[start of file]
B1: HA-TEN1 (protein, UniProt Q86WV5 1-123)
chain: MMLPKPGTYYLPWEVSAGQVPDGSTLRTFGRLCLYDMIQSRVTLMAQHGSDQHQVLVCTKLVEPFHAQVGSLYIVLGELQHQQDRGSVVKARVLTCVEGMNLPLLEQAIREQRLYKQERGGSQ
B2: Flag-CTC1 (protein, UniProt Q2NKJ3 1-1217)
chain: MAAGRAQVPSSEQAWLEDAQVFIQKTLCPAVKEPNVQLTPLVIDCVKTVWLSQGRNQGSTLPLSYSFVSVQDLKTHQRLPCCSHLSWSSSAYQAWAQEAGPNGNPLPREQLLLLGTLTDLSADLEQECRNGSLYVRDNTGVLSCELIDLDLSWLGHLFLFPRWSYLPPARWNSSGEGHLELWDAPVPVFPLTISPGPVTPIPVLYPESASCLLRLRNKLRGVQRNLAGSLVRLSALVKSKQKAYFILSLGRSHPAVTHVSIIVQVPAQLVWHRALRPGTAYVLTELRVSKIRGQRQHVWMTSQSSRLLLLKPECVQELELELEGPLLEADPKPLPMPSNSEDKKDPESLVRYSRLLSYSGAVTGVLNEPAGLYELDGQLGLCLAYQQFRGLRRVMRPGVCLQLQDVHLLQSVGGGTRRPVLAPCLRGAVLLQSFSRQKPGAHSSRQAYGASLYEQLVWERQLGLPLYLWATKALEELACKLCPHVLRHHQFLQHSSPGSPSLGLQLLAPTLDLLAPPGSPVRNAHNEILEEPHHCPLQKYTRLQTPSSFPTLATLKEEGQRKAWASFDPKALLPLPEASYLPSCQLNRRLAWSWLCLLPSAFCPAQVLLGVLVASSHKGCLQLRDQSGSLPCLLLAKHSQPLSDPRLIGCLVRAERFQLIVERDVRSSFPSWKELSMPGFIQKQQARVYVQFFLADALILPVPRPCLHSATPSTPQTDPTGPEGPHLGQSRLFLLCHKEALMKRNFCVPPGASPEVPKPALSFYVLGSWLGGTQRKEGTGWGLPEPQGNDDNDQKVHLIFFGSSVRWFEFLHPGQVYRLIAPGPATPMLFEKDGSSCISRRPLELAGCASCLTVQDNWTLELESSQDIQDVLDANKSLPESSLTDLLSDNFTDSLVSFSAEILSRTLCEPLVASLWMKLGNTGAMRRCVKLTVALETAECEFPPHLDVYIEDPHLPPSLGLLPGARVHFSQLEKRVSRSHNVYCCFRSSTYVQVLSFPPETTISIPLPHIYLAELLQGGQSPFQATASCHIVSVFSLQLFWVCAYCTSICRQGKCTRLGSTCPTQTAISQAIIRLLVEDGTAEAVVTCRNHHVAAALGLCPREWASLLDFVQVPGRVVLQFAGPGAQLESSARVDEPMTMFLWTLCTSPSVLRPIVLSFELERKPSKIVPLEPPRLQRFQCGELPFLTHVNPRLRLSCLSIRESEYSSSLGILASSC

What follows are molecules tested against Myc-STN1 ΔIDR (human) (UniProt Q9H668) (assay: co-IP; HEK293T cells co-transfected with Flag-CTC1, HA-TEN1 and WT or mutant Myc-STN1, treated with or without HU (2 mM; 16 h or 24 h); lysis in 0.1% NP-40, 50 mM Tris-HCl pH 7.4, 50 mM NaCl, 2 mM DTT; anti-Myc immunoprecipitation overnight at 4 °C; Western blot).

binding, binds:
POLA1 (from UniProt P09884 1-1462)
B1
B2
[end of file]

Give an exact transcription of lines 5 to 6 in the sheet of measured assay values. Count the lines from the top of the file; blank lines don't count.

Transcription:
What follows are molecules tested against Myc-STN1 ΔIDR (human) (UniProt Q9H668) (assay: co-IP; HEK293T cells co-transfected with Flag-CTC1, HA-TEN1 and WT or mutant Myc-STN1, treated with or without HU (2 mM; 16 h or 24 h); lysis in 0.1% NP-40, 50 mM Tris-HCl pH 7.4, 50 mM NaCl, 2 mM DTT; anti-Myc immunoprecipitation overnight at 4 °C; Western blot).

binding, binds: